The other day I was crossing the harbor near where I live in a small ferry. I noticed numerous fresh jet contrails crisscrossing the sky. And then I noticed that many of the cirrus-like clouds were just older contrails that had dissipated. And I realized that it would have been a clear blue sky if it wasn’t for the jet traffic.
And today I looked up the term contrails and climate change on google.
In a recent study published in Nature Climate Change, Dr. Ulrike Burkhardt and Dr. Bernd Karcher from the Institute for Atmospheric Physics at the German Aerospace Centre show that the contrails created by airplanes are contributing more to global warming that all the CO2 that has been caused by the entire 108 years of airplane flight. Airplane contrails are the white clouds that we see in the sky spreading behind jets.
These cirrus clouds are created when the hot, moist air released from the plane freezes in the colder and drier air. These clouds then trap the long-wave radiation from Earth and create a warming of the atmosphere. In their study, Burkhardt and Karchar utilized satellite imagery of these spreading contrails to create a computer model which estimates how the contrails affect the Earth’s temperature. They have discovered that aviation contrails play a huge role in the impact on the climate and an even greater impact than that created by the CO2 emissions produced.
While the CO2 emissions from airplanes account for around three percent of the annual CO 2emissions from all fossil fuels and change the radiation by 28 milliwatts per square meter, the aviation contrails are responsible for a change of around 31 milliwatts per square meter.
Is this atmospheric graffiti a problem? Research by Penn State geography professor Andrew Carleton suggested it could be. Contrails “can extend the natural cirrus cover,” Carleton explained, and unlike most clouds, cirrus tend to warm the surface overall because they trap heat more than they reflect the sun’s radiation. “This is a concern to climate scientists because it could mean that a lot more contrails would make global warming worse.”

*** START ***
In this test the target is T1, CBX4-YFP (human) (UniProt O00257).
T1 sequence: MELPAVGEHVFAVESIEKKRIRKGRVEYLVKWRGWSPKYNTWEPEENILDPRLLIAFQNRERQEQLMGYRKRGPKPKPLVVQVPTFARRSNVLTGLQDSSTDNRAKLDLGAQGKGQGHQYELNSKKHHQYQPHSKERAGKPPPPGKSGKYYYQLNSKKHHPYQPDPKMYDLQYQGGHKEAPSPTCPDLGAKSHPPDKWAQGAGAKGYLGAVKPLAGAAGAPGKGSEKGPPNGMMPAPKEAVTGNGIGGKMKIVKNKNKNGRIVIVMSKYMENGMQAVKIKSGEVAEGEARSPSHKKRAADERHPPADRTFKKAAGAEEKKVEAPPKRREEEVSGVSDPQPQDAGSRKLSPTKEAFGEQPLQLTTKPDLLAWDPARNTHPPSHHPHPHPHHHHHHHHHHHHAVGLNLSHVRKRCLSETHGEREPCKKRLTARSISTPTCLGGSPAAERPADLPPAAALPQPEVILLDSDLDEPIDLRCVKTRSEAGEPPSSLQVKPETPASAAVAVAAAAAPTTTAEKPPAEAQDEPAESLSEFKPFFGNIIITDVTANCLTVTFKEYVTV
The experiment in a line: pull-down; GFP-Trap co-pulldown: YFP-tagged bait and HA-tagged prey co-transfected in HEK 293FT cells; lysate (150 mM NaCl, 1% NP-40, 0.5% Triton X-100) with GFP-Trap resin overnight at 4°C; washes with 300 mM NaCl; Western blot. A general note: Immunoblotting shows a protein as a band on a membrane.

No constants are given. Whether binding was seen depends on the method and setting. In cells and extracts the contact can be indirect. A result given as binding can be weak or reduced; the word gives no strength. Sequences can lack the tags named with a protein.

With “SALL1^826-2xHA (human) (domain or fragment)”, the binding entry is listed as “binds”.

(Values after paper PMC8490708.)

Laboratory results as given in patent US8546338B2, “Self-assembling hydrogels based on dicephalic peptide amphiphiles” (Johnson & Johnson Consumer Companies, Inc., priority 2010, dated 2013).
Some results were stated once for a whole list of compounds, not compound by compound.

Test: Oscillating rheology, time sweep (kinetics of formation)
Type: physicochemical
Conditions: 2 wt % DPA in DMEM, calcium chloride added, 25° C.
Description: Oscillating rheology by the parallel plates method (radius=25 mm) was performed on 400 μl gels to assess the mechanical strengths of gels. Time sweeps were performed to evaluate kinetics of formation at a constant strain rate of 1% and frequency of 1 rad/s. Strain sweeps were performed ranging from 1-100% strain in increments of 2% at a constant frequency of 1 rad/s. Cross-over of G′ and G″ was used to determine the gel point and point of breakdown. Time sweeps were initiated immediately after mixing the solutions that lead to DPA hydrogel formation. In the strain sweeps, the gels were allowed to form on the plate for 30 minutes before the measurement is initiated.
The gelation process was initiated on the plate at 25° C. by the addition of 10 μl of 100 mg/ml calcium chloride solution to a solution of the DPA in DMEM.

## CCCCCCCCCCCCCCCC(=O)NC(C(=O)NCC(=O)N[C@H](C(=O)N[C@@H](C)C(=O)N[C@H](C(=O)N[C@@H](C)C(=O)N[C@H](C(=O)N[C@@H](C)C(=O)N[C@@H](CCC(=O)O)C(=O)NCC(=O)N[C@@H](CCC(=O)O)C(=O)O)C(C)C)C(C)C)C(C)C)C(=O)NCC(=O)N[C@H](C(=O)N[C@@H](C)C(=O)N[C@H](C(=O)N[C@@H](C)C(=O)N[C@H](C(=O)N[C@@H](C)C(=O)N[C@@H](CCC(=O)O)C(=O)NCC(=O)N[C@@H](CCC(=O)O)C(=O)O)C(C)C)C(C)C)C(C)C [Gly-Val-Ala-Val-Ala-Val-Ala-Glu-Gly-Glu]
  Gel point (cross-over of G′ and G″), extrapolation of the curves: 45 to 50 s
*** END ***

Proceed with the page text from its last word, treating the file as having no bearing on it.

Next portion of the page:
Although scientists had suspected that contrails affect regional temperatures, there was no way to truly test the idea until the terrorist attacks on Sept. 11, 2001. In the enforced no-fly period following the collapse of the World Trade Center, air traffic was completely stopped for three days and scientists were able to directly compare temperatures logged in the presence of contrails against temperature data collected with contrail-free skies.
“I remember walking to and from my office (during that time) and thinking how incredibly clear the skies were,” recalled Carleton. He mentioned this to a colleague and former doctoral-degree student of his, David Travis of the University of Wisconsin, who had noticed the same thing. “Then we started thinking that we should look at the temperature conditions” during those days in September and compare them to years past, Carleton said.
Looking at daytime highs and nighttime lows, Carleton and Travis found the average daily temperature range across the no-fly period to be almost 2 degrees Fahrenheit larger than when jets do fly. This implies, Carleton explained, that contrails lower daytime maximum temperatures and increase nighttime low temperatures — probably in the same way that cirrus clouds do, by blocking some solar radiation from reaching earth’s surface during the day and insulating against heat loss at night.